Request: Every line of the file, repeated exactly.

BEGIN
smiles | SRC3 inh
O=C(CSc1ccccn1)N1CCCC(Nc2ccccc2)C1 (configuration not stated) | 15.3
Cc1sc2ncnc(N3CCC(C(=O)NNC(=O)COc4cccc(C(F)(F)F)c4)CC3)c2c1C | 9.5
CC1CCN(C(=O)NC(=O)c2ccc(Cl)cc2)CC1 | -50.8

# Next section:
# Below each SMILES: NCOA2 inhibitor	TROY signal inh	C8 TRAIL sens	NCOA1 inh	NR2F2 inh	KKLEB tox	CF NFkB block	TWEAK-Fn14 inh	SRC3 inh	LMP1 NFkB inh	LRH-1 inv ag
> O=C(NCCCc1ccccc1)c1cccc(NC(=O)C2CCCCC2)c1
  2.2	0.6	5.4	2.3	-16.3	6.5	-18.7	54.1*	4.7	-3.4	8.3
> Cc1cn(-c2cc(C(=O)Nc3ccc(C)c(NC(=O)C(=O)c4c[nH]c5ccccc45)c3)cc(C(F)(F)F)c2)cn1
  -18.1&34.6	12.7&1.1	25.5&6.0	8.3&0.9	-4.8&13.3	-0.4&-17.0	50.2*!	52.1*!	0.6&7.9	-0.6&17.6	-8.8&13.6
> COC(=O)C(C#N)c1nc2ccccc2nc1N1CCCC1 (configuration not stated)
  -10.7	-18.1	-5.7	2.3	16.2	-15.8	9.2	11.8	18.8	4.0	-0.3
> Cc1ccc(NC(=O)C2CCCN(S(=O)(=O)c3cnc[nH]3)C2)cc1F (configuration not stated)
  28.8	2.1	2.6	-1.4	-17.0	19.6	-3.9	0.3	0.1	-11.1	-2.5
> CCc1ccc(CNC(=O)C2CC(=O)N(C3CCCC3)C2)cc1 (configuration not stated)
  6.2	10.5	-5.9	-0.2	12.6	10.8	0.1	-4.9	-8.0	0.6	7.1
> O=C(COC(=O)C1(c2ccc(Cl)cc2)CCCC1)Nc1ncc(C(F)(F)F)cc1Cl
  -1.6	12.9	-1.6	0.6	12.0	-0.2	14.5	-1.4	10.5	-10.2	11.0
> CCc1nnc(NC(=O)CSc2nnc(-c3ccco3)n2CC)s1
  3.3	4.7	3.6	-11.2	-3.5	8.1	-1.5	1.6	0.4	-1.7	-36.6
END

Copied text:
smiles | SRC3 inh
O=C(CSc1ccccn1)N1CCCC(Nc2ccccc2)C1 (configuration not stated) | 15.3
Cc1sc2ncnc(N3CCC(C(=O)NNC(=O)COc4cccc(C(F)(F)F)c4)CC3)c2c1C | 9.5
CC1CCN(C(=O)NC(=O)c2ccc(Cl)cc2)CC1 | -50.8

# Next section:
# Below each SMILES: NCOA2 inhibitor	TROY signal inh	C8 TRAIL sens	NCOA1 inh	NR2F2 inh	KKLEB tox	CF NFkB block	TWEAK-Fn14 inh	SRC3 inh	LMP1 NFkB inh	LRH-1 inv ag
> O=C(NCCCc1ccccc1)c1cccc(NC(=O)C2CCCCC2)c1
  2.2	0.6	5.4	2.3	-16.3	6.5	-18.7	54.1*	4.7	-3.4	8.3
> Cc1cn(-c2cc(C(=O)Nc3ccc(C)c(NC(=O)C(=O)c4c[nH]c5ccccc45)c3)cc(C(F)(F)F)c2)cn1
  -18.1&34.6	12.7&1.1	25.5&6.0	8.3&0.9	-4.8&13.3	-0.4&-17.0	50.2*!	52.1*!	0.6&7.9	-0.6&17.6	-8.8&13.6
> COC(=O)C(C#N)c1nc2ccccc2nc1N1CCCC1 (configuration not stated)
  -10.7	-18.1	-5.7	2.3	16.2	-15.8	9.2	11.8	18.8	4.0	-0.3
> Cc1ccc(NC(=O)C2CCCN(S(=O)(=O)c3cnc[nH]3)C2)cc1F (configuration not stated)
  28.8	2.1	2.6	-1.4	-17.0	19.6	-3.9	0.3	0.1	-11.1	-2.5
> CCc1ccc(CNC(=O)C2CC(=O)N(C3CCCC3)C2)cc1 (configuration not stated)
  6.2	10.5	-5.9	-0.2	12.6	10.8	0.1	-4.9	-8.0	0.6	7.1
> O=C(COC(=O)C1(c2ccc(Cl)cc2)CCCC1)Nc1ncc(C(F)(F)F)cc1Cl
  -1.6	12.9	-1.6	0.6	12.0	-0.2	14.5	-1.4	10.5	-10.2	11.0
> CCc1nnc(NC(=O)CSc2nnc(-c3ccco3)n2CC)s1
  3.3	4.7	3.6	-11.2	-3.5	8.1	-1.5	1.6	0.4	-1.7	-36.6